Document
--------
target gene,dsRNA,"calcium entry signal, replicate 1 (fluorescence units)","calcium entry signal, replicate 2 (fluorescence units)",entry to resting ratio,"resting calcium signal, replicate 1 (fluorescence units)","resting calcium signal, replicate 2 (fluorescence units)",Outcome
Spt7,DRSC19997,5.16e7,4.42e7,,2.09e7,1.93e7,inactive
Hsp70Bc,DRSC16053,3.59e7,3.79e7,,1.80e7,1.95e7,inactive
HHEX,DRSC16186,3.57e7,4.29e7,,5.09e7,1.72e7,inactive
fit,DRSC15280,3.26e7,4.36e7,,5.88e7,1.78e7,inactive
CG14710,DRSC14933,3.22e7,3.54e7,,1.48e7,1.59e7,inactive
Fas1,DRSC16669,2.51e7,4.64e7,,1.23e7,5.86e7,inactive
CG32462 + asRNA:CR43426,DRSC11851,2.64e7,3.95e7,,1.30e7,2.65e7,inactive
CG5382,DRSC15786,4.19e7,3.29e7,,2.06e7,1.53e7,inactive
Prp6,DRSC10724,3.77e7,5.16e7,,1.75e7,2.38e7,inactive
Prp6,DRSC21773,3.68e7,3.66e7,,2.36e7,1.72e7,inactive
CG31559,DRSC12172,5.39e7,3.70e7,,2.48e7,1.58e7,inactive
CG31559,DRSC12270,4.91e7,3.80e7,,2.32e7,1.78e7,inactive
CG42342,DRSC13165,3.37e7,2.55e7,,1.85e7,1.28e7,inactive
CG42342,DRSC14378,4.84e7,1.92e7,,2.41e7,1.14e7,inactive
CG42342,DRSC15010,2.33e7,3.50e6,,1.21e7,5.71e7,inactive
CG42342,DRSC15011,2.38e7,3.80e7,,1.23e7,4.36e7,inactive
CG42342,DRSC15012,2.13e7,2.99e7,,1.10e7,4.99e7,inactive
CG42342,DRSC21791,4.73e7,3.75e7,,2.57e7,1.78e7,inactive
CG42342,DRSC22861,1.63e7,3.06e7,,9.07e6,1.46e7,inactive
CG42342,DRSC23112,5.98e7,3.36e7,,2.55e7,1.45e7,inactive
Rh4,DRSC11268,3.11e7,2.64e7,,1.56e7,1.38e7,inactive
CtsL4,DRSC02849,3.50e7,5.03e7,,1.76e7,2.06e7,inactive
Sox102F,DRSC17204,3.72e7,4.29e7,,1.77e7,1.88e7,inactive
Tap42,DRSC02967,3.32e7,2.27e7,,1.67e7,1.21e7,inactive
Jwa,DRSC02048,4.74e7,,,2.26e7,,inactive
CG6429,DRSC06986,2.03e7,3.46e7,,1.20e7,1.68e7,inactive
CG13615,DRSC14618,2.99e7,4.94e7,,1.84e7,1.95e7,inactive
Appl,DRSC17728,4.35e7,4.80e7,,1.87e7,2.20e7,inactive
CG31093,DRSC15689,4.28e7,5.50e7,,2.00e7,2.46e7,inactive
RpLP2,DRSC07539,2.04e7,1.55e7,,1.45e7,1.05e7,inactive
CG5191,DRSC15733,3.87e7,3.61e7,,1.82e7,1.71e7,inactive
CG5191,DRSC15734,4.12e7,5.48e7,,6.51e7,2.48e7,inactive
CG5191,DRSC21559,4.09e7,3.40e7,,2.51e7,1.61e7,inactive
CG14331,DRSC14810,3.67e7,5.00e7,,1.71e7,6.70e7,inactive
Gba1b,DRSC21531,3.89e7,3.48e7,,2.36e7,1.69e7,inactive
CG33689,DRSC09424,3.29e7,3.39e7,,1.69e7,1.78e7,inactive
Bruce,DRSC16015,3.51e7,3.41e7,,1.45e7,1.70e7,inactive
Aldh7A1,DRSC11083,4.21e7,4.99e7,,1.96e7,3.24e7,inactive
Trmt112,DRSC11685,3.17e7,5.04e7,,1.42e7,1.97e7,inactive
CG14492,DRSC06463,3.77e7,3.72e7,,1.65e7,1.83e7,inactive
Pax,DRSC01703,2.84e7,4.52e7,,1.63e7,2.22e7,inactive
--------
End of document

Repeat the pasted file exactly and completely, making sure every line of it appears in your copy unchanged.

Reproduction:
target gene,dsRNA,"calcium entry signal, replicate 1 (fluorescence units)","calcium entry signal, replicate 2 (fluorescence units)",entry to resting ratio,"resting calcium signal, replicate 1 (fluorescence units)","resting calcium signal, replicate 2 (fluorescence units)",Outcome
Spt7,DRSC19997,5.16e7,4.42e7,,2.09e7,1.93e7,inactive
Hsp70Bc,DRSC16053,3.59e7,3.79e7,,1.80e7,1.95e7,inactive
HHEX,DRSC16186,3.57e7,4.29e7,,5.09e7,1.72e7,inactive
fit,DRSC15280,3.26e7,4.36e7,,5.88e7,1.78e7,inactive
CG14710,DRSC14933,3.22e7,3.54e7,,1.48e7,1.59e7,inactive
Fas1,DRSC16669,2.51e7,4.64e7,,1.23e7,5.86e7,inactive
CG32462 + asRNA:CR43426,DRSC11851,2.64e7,3.95e7,,1.30e7,2.65e7,inactive
CG5382,DRSC15786,4.19e7,3.29e7,,2.06e7,1.53e7,inactive
Prp6,DRSC10724,3.77e7,5.16e7,,1.75e7,2.38e7,inactive
Prp6,DRSC21773,3.68e7,3.66e7,,2.36e7,1.72e7,inactive
CG31559,DRSC12172,5.39e7,3.70e7,,2.48e7,1.58e7,inactive
CG31559,DRSC12270,4.91e7,3.80e7,,2.32e7,1.78e7,inactive
CG42342,DRSC13165,3.37e7,2.55e7,,1.85e7,1.28e7,inactive
CG42342,DRSC14378,4.84e7,1.92e7,,2.41e7,1.14e7,inactive
CG42342,DRSC15010,2.33e7,3.50e6,,1.21e7,5.71e7,inactive
CG42342,DRSC15011,2.38e7,3.80e7,,1.23e7,4.36e7,inactive
CG42342,DRSC15012,2.13e7,2.99e7,,1.10e7,4.99e7,inactive
CG42342,DRSC21791,4.73e7,3.75e7,,2.57e7,1.78e7,inactive
CG42342,DRSC22861,1.63e7,3.06e7,,9.07e6,1.46e7,inactive
CG42342,DRSC23112,5.98e7,3.36e7,,2.55e7,1.45e7,inactive
Rh4,DRSC11268,3.11e7,2.64e7,,1.56e7,1.38e7,inactive
CtsL4,DRSC02849,3.50e7,5.03e7,,1.76e7,2.06e7,inactive
Sox102F,DRSC17204,3.72e7,4.29e7,,1.77e7,1.88e7,inactive
Tap42,DRSC02967,3.32e7,2.27e7,,1.67e7,1.21e7,inactive
Jwa,DRSC02048,4.74e7,,,2.26e7,,inactive
CG6429,DRSC06986,2.03e7,3.46e7,,1.20e7,1.68e7,inactive
CG13615,DRSC14618,2.99e7,4.94e7,,1.84e7,1.95e7,inactive
Appl,DRSC17728,4.35e7,4.80e7,,1.87e7,2.20e7,inactive
CG31093,DRSC15689,4.28e7,5.50e7,,2.00e7,2.46e7,inactive
RpLP2,DRSC07539,2.04e7,1.55e7,,1.45e7,1.05e7,inactive
CG5191,DRSC15733,3.87e7,3.61e7,,1.82e7,1.71e7,inactive
CG5191,DRSC15734,4.12e7,5.48e7,,6.51e7,2.48e7,inactive
CG5191,DRSC21559,4.09e7,3.40e7,,2.51e7,1.61e7,inactive
CG14331,DRSC14810,3.67e7,5.00e7,,1.71e7,6.70e7,inactive
Gba1b,DRSC21531,3.89e7,3.48e7,,2.36e7,1.69e7,inactive
CG33689,DRSC09424,3.29e7,3.39e7,,1.69e7,1.78e7,inactive
Bruce,DRSC16015,3.51e7,3.41e7,,1.45e7,1.70e7,inactive
Aldh7A1,DRSC11083,4.21e7,4.99e7,,1.96e7,3.24e7,inactive
Trmt112,DRSC11685,3.17e7,5.04e7,,1.42e7,1.97e7,inactive
CG14492,DRSC06463,3.77e7,3.72e7,,1.65e7,1.83e7,inactive
Pax,DRSC01703,2.84e7,4.52e7,,1.63e7,2.22e7,inactive